We in Canada do not pay taxes on the profit of sale of our primary residence. In the USA I belive that they do…. Not sure what is better in the long run… I guess it depends on where in the boom/bust cycle you sell….

We in the US do not pay gains taxes on sales profits either SO LONG AS profits are below $250K for a single person or $500K for a couple.

#284 Noz on 09.11.08 at 1:26 am

I would rather pay half the taxes and supply for my own health care like the U.S. I have been wating for knee surgery for the past 7 months and they are telling me thats its going to be another 5 at least. Free health care? In the U.S I’m sure this would of been done along time ago. Sorry to get off topic but nothing is for free, we pay a hefty fine for people who go to emergency and take up doctors time just to get a band-aid, I’ve seen it done. I’m done venting

I doubt you’d say that IF you were living in the US. My wife and I pay almost 40% in INCOME taxes alone…PLUS we have to buy our own healthcare….which is a lousy HMO.

This tax value does not include all the other extraneous taxes we pay in the oh so “cheap” US of A. Alot of mis-information about the US flying around I must say.

#285 Noz on 09.11.08 at 1:29 am

Even with mortgage interest deductibility in the USA, there is no evidence to suggest it made the crash there better or worse.

Deductability of mortgage interest is simply a scam used to brainwash people into thinking they absolutely NEED to buy a home to get ahead in life.

In reality, on an average priced $400K home, I’d have to spend $40K a year to get back $10K in taxes. Big whoop. I could rent a place for $20K and put the $10 in my pocket as a difference.

Granted, I’m not taking into consideration home appreciation..but let’s get real. Real long-term appreciate after all taxes, expenses, maintenance, etc…is low at best.

#286 Zoronqueen on 09.11.08 at 1:55 am

MOVING UP IN EDMONTON

Well, we took the plunge and bought up so we went from a 120K mortgage to 300K. We are still trying to sell our house. If we sell we will have made 200K in the 5 years we lived in our old home so it’s not too bad. And based on our income the house is 3.1 X our income which is average on the grand scheme of things.

In our situation, I see ourselves breaking even in terms of value. 5 years ago 300K would have probably bought us around the same kind of house/lot/area. The only difference is we need the bigger now and not then. Also if predicted right in 20 years when we are ready to move we would cash in and move to Vancouver/Victoria when we can afford to retire there.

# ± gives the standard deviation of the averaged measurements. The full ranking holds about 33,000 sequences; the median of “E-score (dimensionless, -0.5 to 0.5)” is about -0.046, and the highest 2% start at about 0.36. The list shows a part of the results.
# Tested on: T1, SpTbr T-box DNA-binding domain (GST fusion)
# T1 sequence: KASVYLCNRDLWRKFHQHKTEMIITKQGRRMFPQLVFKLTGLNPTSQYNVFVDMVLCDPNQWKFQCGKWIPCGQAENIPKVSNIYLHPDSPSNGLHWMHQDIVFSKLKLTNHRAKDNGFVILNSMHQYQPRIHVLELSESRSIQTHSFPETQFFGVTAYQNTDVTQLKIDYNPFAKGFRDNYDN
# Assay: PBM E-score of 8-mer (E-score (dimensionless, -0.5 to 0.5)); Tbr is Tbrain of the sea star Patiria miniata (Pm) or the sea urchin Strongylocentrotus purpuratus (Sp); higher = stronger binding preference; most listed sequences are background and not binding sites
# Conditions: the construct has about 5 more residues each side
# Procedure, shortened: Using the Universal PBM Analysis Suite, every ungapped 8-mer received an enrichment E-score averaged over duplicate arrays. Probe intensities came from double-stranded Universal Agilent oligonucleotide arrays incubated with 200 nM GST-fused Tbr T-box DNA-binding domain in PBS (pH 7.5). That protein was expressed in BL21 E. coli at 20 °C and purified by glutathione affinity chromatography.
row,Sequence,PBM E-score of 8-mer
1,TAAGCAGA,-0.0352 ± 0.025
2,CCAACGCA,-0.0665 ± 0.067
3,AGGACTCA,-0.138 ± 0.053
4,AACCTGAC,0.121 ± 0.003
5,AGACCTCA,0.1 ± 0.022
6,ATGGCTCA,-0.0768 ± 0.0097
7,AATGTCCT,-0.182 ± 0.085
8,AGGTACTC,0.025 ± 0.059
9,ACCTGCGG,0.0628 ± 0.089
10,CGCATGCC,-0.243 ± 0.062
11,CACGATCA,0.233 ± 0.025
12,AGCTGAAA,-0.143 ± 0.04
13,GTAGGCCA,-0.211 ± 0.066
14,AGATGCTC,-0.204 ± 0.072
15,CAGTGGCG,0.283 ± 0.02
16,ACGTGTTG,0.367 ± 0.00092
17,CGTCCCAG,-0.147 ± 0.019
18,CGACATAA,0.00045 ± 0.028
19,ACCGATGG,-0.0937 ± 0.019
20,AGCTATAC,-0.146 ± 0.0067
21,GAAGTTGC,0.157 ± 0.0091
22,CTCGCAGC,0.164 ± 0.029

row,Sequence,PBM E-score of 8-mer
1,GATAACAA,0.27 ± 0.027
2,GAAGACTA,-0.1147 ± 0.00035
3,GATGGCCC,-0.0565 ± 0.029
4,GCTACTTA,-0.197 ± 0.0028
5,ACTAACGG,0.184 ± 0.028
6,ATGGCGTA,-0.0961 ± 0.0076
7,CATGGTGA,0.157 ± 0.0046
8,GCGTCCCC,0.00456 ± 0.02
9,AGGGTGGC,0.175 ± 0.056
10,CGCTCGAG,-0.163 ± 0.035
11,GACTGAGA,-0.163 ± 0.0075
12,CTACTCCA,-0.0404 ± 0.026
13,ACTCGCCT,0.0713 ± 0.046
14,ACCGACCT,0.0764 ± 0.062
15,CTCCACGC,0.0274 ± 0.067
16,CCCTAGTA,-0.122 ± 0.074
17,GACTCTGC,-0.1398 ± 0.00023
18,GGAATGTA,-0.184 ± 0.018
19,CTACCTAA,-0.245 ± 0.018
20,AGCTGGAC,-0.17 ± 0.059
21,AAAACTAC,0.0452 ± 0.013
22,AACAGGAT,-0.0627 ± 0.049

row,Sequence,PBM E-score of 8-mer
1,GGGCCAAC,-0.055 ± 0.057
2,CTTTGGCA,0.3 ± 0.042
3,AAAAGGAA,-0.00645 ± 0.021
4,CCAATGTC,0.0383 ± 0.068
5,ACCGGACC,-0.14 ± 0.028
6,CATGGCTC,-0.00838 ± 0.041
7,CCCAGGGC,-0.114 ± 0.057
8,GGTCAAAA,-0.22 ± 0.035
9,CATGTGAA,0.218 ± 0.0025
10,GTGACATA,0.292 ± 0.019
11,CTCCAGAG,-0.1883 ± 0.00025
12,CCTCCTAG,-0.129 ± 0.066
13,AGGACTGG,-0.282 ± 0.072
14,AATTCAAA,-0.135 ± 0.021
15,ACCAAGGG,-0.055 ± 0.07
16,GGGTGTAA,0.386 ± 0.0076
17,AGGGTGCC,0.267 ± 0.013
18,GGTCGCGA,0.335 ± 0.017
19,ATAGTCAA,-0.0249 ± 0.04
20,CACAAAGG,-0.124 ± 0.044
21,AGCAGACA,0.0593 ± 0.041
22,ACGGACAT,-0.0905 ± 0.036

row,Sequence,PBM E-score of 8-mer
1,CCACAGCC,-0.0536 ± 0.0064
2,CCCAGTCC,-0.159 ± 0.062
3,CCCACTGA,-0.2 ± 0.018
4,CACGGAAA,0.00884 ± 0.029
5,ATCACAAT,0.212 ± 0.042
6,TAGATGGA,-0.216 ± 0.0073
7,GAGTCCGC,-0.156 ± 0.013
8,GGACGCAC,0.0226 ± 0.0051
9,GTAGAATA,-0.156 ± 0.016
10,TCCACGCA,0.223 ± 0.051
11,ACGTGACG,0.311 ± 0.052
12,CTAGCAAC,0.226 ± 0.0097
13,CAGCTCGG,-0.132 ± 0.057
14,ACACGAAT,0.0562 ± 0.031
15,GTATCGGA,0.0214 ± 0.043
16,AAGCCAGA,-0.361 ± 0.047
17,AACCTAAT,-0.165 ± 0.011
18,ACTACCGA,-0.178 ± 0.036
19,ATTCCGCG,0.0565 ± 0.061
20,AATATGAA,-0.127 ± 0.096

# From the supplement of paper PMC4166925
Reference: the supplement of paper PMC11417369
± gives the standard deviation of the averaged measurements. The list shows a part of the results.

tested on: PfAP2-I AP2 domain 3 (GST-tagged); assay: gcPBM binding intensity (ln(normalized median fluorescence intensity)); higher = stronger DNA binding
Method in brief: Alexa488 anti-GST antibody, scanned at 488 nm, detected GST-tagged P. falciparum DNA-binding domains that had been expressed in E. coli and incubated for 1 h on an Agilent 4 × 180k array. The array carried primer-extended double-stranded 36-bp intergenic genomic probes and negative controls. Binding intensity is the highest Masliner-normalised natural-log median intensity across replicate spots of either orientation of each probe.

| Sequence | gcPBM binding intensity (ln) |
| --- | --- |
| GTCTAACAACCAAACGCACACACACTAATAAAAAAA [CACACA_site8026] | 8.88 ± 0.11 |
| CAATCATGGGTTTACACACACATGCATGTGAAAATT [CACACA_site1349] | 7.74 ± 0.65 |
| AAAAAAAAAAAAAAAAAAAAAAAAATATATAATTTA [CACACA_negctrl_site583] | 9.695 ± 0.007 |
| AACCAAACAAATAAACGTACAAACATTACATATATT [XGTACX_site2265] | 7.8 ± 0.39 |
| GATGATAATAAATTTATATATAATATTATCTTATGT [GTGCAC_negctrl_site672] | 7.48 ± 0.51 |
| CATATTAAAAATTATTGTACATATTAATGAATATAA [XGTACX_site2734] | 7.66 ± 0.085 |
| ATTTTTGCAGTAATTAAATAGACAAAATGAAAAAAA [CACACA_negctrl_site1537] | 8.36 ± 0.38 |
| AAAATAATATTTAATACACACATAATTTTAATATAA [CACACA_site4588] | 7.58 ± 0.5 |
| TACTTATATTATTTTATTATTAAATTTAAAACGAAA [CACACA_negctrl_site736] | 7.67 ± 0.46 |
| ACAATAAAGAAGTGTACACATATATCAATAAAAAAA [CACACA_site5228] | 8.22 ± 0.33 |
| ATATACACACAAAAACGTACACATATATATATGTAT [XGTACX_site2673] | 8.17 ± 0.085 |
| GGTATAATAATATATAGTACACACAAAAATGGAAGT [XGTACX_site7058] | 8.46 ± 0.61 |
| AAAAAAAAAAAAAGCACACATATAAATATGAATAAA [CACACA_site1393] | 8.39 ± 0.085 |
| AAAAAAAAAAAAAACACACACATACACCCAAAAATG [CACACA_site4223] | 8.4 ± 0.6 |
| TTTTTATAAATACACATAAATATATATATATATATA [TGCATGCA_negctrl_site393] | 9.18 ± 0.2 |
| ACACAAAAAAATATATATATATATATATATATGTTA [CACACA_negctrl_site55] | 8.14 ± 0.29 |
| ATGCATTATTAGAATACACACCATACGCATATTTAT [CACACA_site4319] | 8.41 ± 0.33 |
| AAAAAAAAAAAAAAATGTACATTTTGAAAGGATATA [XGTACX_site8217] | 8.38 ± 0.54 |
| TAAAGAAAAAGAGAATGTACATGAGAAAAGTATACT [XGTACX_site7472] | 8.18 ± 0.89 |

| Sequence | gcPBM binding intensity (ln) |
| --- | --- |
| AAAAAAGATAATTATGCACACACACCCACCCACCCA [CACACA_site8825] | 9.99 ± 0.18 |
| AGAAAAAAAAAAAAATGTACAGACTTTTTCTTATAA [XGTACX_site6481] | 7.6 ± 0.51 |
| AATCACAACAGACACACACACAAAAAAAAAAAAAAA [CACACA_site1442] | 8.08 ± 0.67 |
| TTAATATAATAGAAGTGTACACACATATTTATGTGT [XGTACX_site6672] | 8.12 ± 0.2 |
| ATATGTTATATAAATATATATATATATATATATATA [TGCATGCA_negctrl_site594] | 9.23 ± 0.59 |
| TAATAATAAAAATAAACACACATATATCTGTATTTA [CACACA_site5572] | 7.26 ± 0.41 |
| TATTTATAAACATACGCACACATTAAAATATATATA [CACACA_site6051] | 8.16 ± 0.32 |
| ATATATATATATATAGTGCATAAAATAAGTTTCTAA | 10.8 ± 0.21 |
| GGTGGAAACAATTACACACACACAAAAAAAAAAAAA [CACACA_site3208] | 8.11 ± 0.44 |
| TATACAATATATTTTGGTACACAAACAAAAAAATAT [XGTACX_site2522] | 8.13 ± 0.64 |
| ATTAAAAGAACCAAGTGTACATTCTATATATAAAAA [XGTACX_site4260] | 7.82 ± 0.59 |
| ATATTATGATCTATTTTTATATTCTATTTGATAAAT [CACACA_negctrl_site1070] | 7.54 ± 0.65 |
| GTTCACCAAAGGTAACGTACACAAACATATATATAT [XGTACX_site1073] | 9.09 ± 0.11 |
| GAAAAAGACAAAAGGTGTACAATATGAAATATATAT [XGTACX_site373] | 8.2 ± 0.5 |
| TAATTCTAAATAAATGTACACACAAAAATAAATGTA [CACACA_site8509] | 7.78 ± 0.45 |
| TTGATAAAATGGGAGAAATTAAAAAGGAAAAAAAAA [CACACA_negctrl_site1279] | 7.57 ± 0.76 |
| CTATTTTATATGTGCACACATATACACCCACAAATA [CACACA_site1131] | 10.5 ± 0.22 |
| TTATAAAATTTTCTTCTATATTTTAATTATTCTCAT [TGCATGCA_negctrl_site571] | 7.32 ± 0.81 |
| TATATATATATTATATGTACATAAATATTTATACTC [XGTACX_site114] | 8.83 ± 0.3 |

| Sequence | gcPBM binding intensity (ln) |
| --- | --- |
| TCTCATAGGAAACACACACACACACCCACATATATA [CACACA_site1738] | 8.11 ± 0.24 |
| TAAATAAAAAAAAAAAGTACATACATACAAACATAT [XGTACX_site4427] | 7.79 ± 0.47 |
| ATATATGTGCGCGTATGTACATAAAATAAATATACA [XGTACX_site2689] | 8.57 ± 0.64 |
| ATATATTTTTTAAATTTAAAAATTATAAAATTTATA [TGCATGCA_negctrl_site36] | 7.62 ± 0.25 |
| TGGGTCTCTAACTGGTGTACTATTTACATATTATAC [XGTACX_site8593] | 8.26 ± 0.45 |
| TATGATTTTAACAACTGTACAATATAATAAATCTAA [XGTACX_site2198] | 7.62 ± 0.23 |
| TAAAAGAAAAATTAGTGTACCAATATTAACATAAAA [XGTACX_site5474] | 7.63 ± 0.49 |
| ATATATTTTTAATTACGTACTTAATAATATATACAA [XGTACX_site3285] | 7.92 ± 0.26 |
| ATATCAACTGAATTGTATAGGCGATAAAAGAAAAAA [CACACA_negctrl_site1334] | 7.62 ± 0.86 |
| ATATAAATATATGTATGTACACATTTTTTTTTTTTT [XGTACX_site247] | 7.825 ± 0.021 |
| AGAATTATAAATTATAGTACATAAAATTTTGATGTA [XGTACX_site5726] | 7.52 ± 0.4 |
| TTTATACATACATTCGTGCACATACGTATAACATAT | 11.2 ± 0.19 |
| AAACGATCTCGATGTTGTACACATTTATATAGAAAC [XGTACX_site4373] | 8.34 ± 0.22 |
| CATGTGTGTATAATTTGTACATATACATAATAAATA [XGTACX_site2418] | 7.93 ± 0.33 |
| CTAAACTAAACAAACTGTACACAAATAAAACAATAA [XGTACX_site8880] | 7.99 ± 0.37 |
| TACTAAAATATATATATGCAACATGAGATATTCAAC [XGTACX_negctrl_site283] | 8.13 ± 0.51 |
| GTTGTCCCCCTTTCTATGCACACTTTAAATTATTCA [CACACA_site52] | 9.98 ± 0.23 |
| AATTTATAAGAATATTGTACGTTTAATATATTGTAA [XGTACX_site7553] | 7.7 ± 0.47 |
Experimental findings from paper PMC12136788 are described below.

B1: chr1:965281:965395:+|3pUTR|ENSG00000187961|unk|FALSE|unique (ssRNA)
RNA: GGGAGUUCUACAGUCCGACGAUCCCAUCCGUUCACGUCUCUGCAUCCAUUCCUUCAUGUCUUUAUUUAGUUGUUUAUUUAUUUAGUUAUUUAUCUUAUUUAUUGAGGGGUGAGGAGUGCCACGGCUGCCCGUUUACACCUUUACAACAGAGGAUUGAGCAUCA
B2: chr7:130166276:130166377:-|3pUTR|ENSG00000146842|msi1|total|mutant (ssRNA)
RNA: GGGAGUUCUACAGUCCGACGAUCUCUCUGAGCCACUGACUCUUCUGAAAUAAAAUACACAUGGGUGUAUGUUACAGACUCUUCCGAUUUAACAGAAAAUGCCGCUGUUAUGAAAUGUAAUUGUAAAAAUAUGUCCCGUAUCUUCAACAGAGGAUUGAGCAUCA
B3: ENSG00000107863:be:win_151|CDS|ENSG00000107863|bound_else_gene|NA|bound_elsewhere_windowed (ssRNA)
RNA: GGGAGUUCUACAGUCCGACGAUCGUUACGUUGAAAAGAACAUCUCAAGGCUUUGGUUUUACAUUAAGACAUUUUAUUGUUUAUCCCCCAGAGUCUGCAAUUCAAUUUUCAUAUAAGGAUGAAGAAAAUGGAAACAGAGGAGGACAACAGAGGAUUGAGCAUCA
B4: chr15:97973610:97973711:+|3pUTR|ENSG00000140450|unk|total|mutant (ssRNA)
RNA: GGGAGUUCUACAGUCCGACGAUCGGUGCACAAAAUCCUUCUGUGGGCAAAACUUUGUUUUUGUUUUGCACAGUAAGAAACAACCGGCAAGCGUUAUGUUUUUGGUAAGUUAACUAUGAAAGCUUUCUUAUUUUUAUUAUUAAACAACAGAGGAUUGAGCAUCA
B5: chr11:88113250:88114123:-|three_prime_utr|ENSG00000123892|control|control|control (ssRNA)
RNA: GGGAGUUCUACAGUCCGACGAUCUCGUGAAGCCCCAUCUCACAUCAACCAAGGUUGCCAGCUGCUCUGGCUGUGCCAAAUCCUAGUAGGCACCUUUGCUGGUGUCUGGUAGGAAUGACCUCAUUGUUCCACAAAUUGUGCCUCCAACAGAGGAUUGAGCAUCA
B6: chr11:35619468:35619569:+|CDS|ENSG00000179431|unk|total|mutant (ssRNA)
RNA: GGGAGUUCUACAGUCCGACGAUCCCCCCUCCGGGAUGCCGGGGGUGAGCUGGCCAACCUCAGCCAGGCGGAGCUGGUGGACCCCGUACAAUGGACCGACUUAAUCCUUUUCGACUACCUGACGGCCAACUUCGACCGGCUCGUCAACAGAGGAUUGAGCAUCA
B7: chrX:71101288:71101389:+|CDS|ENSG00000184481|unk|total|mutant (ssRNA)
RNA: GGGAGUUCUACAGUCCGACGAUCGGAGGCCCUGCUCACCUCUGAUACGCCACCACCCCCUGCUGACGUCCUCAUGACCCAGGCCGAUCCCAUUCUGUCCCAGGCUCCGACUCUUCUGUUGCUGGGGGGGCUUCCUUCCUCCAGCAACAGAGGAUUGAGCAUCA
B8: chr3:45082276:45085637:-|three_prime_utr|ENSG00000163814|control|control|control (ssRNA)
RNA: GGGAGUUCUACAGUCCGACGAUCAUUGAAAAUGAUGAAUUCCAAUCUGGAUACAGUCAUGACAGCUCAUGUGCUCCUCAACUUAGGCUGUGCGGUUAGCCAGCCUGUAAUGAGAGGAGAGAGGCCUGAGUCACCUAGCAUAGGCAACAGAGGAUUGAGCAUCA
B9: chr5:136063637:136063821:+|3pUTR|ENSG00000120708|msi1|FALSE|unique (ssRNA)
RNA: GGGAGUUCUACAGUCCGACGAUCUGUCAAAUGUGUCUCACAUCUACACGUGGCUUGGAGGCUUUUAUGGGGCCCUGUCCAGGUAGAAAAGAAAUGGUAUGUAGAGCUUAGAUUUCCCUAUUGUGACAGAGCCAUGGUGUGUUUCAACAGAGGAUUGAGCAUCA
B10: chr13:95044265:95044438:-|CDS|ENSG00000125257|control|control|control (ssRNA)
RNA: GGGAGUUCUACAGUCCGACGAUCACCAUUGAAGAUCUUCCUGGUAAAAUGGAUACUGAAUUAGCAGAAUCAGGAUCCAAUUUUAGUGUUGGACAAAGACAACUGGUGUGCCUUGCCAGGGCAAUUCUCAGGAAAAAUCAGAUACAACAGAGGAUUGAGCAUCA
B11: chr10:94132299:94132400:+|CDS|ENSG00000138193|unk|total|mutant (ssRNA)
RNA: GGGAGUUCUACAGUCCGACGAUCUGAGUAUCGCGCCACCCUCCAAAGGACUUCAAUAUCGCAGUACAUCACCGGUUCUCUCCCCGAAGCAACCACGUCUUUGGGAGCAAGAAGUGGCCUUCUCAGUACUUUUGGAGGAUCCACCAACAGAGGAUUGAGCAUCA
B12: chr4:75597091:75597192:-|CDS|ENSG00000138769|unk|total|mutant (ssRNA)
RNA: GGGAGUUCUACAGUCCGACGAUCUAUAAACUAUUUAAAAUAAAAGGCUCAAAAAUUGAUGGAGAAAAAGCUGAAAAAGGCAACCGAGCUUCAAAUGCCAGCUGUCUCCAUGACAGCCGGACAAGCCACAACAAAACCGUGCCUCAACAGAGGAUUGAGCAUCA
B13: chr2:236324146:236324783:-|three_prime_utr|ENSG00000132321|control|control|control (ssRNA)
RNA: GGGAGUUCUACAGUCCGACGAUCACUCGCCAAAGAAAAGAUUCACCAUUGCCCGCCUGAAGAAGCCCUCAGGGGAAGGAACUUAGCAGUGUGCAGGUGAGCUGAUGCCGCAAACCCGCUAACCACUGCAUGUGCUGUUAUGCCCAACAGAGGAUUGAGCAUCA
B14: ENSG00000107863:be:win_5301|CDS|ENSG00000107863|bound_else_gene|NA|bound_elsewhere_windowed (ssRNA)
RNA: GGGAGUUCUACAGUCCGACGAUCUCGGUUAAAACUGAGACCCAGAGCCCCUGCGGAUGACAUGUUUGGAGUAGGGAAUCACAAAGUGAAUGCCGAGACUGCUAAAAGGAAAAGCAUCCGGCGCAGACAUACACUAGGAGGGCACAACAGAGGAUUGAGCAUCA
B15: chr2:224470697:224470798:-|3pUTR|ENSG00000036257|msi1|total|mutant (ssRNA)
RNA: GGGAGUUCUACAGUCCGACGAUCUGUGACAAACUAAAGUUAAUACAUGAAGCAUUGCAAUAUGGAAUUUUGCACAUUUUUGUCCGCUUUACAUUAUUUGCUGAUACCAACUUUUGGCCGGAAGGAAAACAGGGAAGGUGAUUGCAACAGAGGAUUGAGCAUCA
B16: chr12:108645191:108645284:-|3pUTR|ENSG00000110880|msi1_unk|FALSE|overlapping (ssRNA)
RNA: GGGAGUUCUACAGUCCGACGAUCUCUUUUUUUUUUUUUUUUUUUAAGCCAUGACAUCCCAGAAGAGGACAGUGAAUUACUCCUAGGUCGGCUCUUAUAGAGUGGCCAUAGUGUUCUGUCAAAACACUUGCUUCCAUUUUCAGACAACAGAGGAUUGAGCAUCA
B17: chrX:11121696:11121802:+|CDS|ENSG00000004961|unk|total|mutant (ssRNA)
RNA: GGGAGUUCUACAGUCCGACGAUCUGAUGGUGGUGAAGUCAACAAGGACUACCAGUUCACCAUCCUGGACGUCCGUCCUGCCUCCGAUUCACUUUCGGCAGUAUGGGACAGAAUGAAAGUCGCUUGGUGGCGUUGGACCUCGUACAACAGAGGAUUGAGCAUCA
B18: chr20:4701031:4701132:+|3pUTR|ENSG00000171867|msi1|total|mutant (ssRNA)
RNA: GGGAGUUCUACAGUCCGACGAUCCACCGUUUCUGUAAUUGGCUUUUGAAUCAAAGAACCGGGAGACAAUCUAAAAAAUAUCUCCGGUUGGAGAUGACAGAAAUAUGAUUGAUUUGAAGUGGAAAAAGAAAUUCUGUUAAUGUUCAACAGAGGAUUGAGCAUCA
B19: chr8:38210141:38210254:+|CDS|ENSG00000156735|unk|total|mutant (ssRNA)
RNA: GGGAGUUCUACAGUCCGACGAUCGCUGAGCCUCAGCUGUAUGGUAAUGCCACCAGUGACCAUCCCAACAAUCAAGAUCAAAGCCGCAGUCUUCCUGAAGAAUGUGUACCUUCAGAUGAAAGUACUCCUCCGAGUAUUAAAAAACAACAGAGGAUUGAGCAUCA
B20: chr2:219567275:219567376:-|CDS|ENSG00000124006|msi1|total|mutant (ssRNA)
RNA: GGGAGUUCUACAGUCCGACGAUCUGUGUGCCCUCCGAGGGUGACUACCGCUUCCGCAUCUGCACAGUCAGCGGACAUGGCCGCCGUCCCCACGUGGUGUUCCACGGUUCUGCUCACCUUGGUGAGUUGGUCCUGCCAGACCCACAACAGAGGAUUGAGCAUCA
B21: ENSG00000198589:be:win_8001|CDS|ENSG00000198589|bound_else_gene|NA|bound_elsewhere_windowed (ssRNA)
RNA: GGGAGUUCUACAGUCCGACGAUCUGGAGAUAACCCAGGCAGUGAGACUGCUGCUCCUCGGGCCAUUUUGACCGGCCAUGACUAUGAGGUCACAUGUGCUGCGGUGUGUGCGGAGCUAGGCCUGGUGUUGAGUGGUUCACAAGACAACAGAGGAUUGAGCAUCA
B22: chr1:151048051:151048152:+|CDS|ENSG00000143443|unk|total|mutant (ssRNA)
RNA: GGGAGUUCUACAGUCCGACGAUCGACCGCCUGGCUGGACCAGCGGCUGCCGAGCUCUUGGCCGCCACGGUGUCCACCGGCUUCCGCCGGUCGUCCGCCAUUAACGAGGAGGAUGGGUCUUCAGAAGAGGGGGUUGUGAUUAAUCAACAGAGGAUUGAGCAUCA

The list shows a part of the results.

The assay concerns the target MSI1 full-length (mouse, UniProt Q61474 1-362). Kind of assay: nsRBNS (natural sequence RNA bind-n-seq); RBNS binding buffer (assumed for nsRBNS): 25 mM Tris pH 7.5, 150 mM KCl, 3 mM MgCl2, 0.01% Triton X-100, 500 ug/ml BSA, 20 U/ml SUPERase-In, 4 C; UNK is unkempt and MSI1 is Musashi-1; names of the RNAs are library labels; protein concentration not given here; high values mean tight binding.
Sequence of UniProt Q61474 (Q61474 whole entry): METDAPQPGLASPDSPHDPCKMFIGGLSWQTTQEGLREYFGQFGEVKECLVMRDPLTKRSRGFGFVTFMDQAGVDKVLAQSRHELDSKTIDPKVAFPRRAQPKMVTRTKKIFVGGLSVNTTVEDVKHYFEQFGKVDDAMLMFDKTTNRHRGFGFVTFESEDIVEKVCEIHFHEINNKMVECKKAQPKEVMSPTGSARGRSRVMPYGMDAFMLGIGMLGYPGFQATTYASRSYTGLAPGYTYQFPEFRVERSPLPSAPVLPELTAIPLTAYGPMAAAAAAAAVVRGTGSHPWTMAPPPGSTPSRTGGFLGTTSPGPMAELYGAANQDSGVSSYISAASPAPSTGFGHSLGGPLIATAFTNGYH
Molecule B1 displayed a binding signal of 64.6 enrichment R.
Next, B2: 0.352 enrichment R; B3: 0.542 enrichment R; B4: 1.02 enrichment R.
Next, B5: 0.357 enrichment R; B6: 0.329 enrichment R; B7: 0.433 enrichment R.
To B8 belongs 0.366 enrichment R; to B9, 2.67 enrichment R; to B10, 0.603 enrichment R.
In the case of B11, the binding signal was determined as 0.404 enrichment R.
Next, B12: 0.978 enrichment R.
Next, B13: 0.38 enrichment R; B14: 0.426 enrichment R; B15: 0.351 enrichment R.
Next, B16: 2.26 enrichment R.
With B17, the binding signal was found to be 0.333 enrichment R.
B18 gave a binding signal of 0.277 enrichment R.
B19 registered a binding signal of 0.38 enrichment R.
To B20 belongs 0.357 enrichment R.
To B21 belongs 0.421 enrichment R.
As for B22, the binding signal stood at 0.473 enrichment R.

We are a x generation young family type. So in a few years we will have perhaps my moher in law moving in.

Any comments Garth or others?

#287 Mike.Slob on 09.11.08 at 3:00 am

#273 neutral on 09.10.08 at 4:12 pm
Dear theatre visitors! “RE Crash” movie has been cancelled until farther notice. Your tickets will be refunded. Sorry for the inconvenience.

Hmm,Dear Mr.Neutral!
RE Crash in GTA will be between April/09 and July/09,
and till February/09 or the next six months you’ll see
only double digits decline of sales in GTA.

Facts about RE Market in Toronto Area :
From Jan/2003 to Aug/2008 in GTA were sold 480,854
Resales(MLS) properties,plus about 95,000 new builded properties and sold by owners(est).
Total sold RE properties within of 5 years and 8 monts are over 575,000.
Do we have in Toronto Area increse of population over
one million to suport this Market. No.
From 2003 to 2008 in GTA you can see growth of
population about 520,000 (including over 150,000 newborn, kids and seniors). So it’s very simple you can see difference on the Market
between 65,000 to 95,000 properties in GTA are oversold in that period,
maybe as investment(for rent) or just to flip it.

*Also, for you more bad news in the near future:
The Best Scenario in Canadian economy will be…

-Canadian Real GDP Growth 2008 for now is less than 0.8%,and many analists said that in Ontario will be
in negative GDP.
-B of C Overnight Target rate for June/09 3.50 %
for Dec/09 4.00 %
but this is the best scenario for increase of interest rates from current 3%.
-Canadian Unemployment Rate:
February/2008—- 5.8%
August/2008——-6.1%
December/2008—-6.5%
– Ontario Unemployment Rate:
August/2008——-6.5%
December/2008—-6.9%
-Housing starts in 2009
between 175,000 to 190,000

In every Western country in the world you can see that RE Market(2007/2008) has price correction down between 10% to 30%: USA,UK,
New Zealand,Australia,Spain,Ireland,
Germany,Portugal,France,Holland,Italy,etc.
But Canada is different! However what is coming
Tightening of loans,credits and mortgages.
No more Zero down and 40 years mortgage from Oct/08